CDC study reveals hybrid SARS-CoV-2 spike from Delta/Omicron recombination event

The US Centers for Disease Control and Prevention (CDC) has conducted national-level genomic surveillance to identify and characterize delta-omicron recombinant genomes of severe acute respiratory syndrome coronavirus 2 (SARS-CoV-2). A total of nine genomes with a hybrid delta-omicron spike protein have been identified. The study is published in the journal Emerging Infectious Diseases

CDC Dispatch - SARS-CoV-2 Delta–Omicron Recombinant Viruses, United States. Image Credit: Design_Cells / ShutterstockCDC Dispatch - SARS-CoV-2 Delta–Omicron Recombinant Viruses, United States. Image Credit: Design_Cells / Shutterstock


The US CDC has initiated the National SARS-CoV-2 strain surveillance program to identify, characterize, and monitor emerging variants of SARS-CoV-2. The program has so far identified 1.8 million SARS-CoV-2 genomes from the US and submitted them to public databases.

Coronaviruses frequently undergo genomic recombination, an evolutionary process of generating new viral variants with increased transmissibility and pathogenicity. The process is defined as exchange of genetic materials between two distinct viral variants, leading to the generation of a novel variant with new traits.

During the ongoing coronavirus disease 2019 (COVID-19) pandemic, recombination events have been documented between the alpha and delta variants and the delta and omicron variants. A delta-omicron recombinant variant is expected to significantly impact the effectiveness of vaccines and therapeutics because of genomic variations between the variants and the potent immune evasion ability of omicron.

In the current study, the scientists have aimed to identify and characterize delta-omicron recombinant genomes in the US.

Delta-omicron recombinant genomes

The scientists identified a total of nine delta-omicron recombination sequences from the CDC national genomic surveillance dataset using a rapid interclade recombination detection method. The method detects a single breakpoint within a specific nucleotide range where no differentiating mutations between the delta- and omicron-related clades are present.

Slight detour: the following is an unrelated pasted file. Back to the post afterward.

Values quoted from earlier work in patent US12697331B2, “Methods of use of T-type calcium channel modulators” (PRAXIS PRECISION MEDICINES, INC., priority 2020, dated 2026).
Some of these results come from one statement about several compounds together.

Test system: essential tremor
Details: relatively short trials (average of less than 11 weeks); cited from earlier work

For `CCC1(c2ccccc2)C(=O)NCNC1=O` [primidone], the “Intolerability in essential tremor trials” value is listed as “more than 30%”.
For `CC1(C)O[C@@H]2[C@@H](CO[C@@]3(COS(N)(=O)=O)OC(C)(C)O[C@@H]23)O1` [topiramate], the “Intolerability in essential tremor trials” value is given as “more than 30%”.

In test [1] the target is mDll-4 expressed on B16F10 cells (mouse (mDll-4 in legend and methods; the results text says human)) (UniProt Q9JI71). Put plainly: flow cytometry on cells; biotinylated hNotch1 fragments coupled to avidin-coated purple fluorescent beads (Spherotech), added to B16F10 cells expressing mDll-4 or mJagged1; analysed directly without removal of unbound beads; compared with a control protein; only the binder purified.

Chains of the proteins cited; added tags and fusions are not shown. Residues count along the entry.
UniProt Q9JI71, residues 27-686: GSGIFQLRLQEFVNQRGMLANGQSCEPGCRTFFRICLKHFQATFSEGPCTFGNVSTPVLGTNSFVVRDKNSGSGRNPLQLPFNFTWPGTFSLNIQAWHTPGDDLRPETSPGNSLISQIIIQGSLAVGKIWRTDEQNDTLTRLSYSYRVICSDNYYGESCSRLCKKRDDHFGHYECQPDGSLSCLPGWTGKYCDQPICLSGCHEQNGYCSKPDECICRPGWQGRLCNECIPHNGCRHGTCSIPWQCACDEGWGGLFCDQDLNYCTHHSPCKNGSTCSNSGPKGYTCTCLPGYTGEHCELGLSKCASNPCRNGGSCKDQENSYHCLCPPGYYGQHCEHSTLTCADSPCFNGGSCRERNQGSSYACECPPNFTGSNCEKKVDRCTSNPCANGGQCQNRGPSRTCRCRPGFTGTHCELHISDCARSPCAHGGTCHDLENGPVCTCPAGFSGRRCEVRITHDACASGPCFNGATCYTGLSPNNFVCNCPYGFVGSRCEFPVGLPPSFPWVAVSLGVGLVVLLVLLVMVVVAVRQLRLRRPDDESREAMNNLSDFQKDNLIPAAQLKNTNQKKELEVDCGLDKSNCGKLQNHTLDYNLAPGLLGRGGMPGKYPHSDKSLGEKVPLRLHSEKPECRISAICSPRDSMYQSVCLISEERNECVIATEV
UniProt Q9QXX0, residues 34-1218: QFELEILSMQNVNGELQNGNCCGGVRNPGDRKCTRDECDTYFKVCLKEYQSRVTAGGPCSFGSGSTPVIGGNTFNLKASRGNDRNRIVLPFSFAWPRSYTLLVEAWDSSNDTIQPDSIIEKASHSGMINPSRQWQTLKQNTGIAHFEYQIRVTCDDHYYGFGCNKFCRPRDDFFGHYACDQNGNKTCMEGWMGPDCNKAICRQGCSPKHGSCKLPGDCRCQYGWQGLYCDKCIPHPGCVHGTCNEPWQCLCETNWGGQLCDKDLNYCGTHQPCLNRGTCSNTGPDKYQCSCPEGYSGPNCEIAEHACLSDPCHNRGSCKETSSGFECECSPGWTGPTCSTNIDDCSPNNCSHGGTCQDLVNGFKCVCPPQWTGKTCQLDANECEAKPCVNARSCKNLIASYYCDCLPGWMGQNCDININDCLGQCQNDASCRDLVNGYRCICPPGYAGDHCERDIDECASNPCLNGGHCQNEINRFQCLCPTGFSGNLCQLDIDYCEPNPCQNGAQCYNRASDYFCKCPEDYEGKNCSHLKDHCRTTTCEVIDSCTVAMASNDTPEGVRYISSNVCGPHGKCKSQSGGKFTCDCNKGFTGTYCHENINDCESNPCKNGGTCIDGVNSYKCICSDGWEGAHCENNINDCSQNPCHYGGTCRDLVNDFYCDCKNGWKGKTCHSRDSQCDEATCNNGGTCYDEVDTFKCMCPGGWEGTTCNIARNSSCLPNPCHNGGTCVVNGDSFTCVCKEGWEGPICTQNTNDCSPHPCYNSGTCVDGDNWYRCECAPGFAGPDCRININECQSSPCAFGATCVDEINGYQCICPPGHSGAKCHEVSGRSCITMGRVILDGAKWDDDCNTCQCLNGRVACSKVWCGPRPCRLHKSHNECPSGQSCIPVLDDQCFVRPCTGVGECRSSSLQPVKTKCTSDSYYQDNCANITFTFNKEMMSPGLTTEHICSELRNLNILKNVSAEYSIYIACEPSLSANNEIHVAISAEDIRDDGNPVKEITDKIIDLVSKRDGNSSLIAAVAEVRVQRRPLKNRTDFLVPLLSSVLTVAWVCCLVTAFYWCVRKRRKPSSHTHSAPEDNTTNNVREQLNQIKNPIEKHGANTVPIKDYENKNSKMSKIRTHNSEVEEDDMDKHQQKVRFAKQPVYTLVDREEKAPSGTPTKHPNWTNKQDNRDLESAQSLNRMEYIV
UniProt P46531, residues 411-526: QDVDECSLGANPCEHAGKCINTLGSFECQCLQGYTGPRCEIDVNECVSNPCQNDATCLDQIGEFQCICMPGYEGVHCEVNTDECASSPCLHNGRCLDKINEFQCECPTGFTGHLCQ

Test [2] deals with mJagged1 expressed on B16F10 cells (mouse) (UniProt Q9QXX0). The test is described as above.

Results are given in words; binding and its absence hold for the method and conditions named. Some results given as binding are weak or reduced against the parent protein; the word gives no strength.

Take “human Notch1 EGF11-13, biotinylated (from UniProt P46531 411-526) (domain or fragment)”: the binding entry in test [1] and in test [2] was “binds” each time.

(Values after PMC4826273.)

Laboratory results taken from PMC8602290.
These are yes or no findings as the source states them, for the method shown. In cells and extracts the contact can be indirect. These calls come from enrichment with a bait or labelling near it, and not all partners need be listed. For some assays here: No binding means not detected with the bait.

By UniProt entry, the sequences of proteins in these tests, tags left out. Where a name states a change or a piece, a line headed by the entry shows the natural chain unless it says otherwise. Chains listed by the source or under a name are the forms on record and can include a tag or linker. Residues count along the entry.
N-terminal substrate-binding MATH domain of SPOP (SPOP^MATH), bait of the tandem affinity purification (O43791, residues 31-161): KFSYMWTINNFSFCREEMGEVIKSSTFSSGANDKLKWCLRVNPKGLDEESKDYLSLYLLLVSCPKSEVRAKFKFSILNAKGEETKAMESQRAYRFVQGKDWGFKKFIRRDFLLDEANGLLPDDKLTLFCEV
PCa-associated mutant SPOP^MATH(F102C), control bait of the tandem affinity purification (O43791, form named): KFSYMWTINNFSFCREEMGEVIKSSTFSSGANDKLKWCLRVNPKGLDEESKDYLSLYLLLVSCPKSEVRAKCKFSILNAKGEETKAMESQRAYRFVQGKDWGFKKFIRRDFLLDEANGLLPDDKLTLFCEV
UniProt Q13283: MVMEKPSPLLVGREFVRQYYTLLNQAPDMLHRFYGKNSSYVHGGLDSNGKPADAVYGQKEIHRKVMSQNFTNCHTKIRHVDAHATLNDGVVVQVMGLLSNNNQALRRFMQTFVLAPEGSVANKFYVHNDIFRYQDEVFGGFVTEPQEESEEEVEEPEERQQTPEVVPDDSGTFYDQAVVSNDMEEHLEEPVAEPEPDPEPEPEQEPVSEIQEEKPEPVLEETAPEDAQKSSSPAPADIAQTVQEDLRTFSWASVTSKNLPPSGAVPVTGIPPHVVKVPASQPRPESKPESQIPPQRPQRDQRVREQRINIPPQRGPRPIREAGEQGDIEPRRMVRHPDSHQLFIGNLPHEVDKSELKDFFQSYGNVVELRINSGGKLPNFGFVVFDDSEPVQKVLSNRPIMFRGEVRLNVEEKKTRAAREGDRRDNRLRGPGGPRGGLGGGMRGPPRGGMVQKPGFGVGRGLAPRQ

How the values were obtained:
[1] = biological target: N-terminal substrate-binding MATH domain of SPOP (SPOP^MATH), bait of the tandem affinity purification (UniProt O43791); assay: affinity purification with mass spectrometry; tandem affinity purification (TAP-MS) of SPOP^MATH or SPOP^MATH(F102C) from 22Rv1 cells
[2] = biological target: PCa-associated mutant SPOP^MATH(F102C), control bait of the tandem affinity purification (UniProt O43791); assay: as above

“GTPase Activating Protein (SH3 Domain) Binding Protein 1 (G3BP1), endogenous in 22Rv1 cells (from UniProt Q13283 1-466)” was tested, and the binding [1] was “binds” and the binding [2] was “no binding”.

The findings revealed that the recombinant sequences contain signature mutations of both delta and omicron variants, changing from delta-related mutations to omicron-related mutations between spike protein amino acids 158 and 339.

Previously, delta-omicron recombination events have been identified in the UK and France. However, evidence has suggested that these recombinant variants might have resulted from laboratory contaminations, sequencing errors, or coinfections.

To rule out these possibilities, the scientists in the current study utilized various sequencing strategies to examine the raw read data from the identified recombinant sequences that were created by molecular loop and amplicon-based sequencing strategies. The findings revealed that the consensus sequences generated from the newly applied confirmatory sequencing strategies are functionally identical to the corresponding original sequences.

Furthermore, the scientists fragmented the recombinant sequences at a specific position within the predicted recombination site. By aligning fragmented sequences with reference sequences of the delta and omicron variants, the scientists observed that the first fragment belongs to the delta clade and the remainder belongs to the omicron clades.